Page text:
Five Senate Republicans, four on the Senate Commerce Committee, have written committee Chairman Ted Stevens (R-Alaska) to urge him to stick with that committee's version of the DTV transition bill when he conferences with the House Commerce Committee leadership on a reconciled bill.
Due to Senate rules preventing legislating on appropriations bills, the Senate version is a stripped-down bill that deals only with the setting of a hard date and the setting up of a funding mechanism to pay for digital converter boxes for viewers with analog sets that would otherwise not work after the transition.
The Senate bill sets an April 7, 2009, hard date for the shut-off of analog TV service and the switch to digital and sets aside $3 billion for a converter-boxprogram that is meant to cover every household.
By contrast, the House Commerce version sets a Dec. 31, 2008, date and only sets aside a little under $1 billion for the subsidy, and makes it a first-come, first-served program with a couple of administrative hoops to jump through, that may not cover everyone who needs it. That bill also contained numerous other DTV-related provisions.
The Republican letter-writers have no trouble with the difference in dates. "We believe there will be room for reasonable negotiation with our House counterparts on this issue," they wrote.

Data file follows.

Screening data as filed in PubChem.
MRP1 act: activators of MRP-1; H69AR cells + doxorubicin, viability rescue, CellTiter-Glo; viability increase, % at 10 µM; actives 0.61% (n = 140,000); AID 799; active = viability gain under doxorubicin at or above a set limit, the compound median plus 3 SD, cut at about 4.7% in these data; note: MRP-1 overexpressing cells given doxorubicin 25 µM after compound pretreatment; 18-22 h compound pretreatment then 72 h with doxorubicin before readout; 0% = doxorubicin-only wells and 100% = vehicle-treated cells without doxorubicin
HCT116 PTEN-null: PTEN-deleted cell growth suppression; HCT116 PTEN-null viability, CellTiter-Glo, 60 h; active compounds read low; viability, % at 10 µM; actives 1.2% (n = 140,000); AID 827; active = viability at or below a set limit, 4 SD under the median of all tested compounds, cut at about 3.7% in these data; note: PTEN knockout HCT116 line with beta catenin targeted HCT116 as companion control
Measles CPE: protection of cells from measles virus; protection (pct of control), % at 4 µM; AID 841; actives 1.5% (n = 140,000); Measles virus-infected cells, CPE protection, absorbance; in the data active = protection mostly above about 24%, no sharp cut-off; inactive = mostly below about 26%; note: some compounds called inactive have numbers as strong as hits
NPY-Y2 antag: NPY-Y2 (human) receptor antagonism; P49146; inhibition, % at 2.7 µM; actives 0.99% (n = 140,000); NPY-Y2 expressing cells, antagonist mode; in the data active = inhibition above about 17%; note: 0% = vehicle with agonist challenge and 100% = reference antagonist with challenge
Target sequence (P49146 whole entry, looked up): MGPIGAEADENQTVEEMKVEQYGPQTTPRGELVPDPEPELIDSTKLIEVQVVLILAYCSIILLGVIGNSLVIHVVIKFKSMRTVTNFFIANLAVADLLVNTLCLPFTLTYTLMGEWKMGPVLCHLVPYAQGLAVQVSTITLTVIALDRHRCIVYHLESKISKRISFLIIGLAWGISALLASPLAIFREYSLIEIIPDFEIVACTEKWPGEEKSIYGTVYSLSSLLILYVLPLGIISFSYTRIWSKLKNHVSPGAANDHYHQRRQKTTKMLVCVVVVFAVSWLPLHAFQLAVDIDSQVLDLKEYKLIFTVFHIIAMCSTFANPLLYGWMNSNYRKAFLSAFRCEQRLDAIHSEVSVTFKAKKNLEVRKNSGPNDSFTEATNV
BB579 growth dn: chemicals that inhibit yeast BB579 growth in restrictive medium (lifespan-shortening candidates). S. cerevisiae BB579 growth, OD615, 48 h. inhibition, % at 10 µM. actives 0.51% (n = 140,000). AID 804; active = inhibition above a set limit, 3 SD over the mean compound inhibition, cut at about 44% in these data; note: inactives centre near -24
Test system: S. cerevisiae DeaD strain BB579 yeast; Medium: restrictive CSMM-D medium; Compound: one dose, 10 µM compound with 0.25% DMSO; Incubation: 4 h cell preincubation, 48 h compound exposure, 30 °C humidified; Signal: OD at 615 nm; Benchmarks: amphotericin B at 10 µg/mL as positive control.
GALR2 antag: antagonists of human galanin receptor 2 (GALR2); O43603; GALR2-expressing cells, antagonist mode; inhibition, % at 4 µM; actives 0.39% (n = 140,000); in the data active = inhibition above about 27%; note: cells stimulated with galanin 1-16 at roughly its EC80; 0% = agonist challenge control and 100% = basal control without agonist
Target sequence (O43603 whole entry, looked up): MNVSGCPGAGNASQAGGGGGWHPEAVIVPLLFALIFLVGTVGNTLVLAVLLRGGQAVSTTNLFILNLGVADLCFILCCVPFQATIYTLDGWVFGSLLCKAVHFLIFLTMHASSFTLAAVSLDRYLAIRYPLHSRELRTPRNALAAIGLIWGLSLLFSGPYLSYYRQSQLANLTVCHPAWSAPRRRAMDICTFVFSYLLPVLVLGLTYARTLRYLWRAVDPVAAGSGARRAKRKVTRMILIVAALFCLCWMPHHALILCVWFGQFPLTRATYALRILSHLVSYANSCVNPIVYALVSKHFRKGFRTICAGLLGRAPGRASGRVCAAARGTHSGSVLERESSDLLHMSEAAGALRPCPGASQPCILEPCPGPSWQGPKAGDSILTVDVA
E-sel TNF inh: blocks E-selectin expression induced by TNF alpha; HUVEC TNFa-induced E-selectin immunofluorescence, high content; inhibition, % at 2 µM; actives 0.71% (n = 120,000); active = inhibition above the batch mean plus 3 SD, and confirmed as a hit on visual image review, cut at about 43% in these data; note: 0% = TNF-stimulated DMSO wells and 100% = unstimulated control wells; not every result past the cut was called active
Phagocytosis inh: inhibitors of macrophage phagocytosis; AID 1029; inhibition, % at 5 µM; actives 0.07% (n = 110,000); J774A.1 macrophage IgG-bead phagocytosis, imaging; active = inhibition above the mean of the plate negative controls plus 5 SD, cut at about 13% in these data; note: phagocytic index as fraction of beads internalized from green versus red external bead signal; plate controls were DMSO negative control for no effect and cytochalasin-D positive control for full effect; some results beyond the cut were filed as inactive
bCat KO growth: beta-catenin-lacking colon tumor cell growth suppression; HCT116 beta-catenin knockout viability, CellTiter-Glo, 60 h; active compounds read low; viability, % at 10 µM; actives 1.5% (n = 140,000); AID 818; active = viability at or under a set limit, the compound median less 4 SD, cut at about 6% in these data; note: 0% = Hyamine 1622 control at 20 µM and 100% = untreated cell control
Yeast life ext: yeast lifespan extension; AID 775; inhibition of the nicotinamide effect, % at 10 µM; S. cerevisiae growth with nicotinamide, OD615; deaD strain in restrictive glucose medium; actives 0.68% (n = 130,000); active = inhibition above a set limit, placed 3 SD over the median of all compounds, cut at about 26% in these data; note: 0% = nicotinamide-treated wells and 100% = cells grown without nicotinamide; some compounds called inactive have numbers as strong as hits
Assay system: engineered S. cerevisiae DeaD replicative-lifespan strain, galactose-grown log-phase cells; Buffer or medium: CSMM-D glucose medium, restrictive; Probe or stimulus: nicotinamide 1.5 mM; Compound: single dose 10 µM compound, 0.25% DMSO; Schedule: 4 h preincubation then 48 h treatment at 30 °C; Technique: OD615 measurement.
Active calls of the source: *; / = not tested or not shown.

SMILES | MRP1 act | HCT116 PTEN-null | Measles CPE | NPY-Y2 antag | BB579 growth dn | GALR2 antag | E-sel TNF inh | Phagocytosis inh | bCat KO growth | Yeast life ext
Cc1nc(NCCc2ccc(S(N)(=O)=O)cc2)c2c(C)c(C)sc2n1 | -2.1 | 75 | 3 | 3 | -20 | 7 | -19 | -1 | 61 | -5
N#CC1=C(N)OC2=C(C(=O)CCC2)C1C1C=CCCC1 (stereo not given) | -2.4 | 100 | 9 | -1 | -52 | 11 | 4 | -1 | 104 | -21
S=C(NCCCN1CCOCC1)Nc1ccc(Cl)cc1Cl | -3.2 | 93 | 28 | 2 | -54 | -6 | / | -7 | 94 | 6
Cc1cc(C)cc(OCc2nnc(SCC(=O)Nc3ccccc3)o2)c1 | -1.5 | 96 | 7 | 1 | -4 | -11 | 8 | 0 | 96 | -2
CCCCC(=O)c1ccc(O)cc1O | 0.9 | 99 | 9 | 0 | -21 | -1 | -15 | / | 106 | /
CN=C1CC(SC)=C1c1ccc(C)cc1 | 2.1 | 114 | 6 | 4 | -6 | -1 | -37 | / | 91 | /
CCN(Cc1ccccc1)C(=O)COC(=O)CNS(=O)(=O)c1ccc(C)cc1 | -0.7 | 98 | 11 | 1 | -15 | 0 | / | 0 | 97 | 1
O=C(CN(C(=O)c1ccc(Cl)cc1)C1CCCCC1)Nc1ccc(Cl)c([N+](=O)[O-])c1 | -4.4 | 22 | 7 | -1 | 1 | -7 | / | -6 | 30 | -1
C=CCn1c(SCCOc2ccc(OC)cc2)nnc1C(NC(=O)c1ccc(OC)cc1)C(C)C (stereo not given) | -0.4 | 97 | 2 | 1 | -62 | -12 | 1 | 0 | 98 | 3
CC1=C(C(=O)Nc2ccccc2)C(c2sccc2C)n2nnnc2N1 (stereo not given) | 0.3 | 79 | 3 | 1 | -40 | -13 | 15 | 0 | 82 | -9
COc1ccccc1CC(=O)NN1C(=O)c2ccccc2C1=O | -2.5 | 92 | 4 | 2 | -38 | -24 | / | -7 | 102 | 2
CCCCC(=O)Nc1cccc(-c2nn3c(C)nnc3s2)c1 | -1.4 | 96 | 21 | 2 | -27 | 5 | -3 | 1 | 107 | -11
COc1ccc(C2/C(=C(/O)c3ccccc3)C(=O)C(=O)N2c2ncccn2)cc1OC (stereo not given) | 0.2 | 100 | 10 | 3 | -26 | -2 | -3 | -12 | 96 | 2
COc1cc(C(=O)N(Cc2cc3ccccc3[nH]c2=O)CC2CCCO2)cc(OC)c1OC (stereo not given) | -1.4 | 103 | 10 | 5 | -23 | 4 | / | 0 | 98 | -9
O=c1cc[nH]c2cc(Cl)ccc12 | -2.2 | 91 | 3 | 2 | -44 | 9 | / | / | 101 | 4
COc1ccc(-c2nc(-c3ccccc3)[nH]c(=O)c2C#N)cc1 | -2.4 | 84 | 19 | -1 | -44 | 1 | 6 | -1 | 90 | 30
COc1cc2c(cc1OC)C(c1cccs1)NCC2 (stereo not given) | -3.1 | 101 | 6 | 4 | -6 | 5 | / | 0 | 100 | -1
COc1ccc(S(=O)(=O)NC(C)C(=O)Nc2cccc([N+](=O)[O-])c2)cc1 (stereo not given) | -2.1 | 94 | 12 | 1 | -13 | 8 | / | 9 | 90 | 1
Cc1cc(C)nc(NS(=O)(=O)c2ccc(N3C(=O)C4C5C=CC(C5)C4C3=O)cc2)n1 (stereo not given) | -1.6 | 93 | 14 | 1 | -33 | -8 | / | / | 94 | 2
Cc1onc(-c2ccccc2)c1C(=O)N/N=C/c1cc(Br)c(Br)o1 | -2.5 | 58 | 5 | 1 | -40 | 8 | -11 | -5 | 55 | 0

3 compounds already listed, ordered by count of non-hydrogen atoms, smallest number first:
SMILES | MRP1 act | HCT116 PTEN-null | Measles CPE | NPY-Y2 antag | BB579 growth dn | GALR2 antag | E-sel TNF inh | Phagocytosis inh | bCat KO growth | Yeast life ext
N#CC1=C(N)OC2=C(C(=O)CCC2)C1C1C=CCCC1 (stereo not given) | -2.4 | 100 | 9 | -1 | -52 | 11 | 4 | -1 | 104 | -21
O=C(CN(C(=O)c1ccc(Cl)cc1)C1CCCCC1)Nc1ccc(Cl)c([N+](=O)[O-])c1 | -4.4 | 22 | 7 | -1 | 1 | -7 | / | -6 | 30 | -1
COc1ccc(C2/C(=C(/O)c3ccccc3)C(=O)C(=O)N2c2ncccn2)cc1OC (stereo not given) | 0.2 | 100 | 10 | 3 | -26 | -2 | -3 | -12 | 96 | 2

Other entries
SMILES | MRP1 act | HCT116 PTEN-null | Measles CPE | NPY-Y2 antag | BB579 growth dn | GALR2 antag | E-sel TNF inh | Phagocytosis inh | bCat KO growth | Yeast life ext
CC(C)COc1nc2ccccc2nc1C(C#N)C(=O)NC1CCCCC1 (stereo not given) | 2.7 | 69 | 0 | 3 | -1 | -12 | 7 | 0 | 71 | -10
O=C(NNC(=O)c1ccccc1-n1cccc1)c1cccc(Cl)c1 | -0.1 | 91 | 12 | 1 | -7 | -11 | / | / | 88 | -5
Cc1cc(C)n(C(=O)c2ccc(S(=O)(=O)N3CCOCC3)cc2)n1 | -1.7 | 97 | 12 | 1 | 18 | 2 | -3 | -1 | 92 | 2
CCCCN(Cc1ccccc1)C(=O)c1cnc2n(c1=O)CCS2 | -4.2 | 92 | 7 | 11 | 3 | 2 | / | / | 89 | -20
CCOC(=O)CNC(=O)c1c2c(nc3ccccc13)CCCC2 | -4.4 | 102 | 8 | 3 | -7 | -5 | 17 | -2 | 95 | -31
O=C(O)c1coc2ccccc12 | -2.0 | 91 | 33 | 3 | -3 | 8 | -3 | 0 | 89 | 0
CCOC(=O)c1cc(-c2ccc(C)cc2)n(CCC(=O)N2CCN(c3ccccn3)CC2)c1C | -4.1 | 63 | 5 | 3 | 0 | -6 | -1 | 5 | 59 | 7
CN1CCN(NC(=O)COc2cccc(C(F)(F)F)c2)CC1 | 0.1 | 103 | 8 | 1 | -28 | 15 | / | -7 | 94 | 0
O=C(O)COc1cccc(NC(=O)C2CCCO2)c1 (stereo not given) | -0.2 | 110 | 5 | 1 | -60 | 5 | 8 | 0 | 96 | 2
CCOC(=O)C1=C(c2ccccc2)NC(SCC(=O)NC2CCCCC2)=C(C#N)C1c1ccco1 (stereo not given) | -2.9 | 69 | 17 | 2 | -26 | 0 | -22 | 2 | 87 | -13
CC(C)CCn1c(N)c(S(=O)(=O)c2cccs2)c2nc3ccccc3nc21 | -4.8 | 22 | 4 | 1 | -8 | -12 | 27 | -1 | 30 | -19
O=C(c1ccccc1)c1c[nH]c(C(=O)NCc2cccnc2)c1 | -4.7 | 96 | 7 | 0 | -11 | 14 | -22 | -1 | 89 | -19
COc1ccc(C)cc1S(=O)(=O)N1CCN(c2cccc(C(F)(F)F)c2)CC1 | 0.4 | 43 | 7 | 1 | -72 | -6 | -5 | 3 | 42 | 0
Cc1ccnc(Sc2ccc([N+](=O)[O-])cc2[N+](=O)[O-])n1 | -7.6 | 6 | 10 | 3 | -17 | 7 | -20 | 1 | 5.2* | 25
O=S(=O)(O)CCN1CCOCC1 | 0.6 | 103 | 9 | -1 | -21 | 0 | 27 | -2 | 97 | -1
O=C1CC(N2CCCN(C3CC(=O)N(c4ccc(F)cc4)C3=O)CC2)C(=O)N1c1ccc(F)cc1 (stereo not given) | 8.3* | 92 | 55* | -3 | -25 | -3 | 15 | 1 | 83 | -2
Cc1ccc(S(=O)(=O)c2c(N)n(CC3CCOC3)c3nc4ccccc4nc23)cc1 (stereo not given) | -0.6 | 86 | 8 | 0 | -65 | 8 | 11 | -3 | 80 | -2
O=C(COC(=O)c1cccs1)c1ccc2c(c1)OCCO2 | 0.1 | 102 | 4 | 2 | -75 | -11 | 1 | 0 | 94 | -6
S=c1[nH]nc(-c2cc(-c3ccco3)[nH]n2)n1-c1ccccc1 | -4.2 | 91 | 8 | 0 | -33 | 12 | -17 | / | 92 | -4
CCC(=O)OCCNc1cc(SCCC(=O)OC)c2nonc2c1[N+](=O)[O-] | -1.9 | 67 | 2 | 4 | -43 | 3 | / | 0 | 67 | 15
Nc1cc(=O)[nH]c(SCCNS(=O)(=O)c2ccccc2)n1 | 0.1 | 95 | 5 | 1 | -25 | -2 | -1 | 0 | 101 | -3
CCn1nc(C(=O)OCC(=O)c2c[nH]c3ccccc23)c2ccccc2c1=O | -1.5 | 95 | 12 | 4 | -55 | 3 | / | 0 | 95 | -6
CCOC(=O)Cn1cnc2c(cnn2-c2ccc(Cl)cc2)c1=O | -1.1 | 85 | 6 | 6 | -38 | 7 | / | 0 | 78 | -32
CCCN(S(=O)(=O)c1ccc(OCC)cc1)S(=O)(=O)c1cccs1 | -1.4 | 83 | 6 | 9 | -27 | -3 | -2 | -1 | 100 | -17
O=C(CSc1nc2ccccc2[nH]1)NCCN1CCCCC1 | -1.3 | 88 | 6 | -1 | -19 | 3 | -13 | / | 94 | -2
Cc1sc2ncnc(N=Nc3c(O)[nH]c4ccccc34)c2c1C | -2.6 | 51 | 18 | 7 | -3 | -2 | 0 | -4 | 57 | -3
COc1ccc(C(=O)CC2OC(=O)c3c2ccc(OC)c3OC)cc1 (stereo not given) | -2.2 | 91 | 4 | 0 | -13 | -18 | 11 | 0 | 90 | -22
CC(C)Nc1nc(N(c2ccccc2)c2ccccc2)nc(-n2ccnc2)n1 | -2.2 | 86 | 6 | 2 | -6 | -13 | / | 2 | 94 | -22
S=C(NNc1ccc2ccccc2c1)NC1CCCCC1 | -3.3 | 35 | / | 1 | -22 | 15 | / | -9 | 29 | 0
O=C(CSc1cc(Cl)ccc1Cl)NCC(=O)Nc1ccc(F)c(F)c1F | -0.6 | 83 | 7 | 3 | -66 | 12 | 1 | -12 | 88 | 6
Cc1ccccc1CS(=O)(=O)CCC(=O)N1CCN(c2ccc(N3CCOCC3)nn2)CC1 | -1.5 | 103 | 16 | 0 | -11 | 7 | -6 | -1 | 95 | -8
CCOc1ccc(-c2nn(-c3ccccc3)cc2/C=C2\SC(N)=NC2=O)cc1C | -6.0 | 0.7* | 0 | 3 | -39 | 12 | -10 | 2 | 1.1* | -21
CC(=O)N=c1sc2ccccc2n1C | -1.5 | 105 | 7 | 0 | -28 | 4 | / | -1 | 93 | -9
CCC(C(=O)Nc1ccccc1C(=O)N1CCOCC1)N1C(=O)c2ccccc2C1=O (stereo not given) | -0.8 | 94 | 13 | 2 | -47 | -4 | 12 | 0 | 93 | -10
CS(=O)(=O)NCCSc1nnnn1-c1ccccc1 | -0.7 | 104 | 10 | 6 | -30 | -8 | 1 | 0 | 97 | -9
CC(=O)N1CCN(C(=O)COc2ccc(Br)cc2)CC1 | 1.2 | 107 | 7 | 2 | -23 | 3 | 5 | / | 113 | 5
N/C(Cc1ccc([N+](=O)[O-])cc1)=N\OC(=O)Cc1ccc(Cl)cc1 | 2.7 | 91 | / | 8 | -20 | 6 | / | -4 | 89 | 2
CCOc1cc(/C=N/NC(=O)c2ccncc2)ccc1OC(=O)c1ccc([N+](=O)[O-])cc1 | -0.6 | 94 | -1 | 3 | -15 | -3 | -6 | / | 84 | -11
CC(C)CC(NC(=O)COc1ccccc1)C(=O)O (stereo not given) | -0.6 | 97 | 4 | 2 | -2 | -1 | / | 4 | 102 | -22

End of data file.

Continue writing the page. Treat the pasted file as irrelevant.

But they don't want it to include the other "extraneous" DTV-related provisions, including one that would allow cable to convert its signal from HDTV to standard DTV or digital to analog.
"Complicated policy issues such as these merit extensive review in committee. We urge you to oppose additional digital television provisions beyond the hard date," they wrote.
Signing the letter were George Allen (R-Va.), Olympia Snowe (R-Maine), Kay Bailey Hutchison (R-Tex.), Gordon Smith (R-Ore.) and Norm Coleman (R-Minn.).
Traditionally, the conferencing is between the leadership of the two committees, which would be Stevens and Daniel Inouye (D-Hawaii), and House Commerce Committee Chairman Joe Barton (R-Tex.) and Ed Markey (D-Mass.), but Barton suffered a heart attack Thursday and was still hospitalized at press time.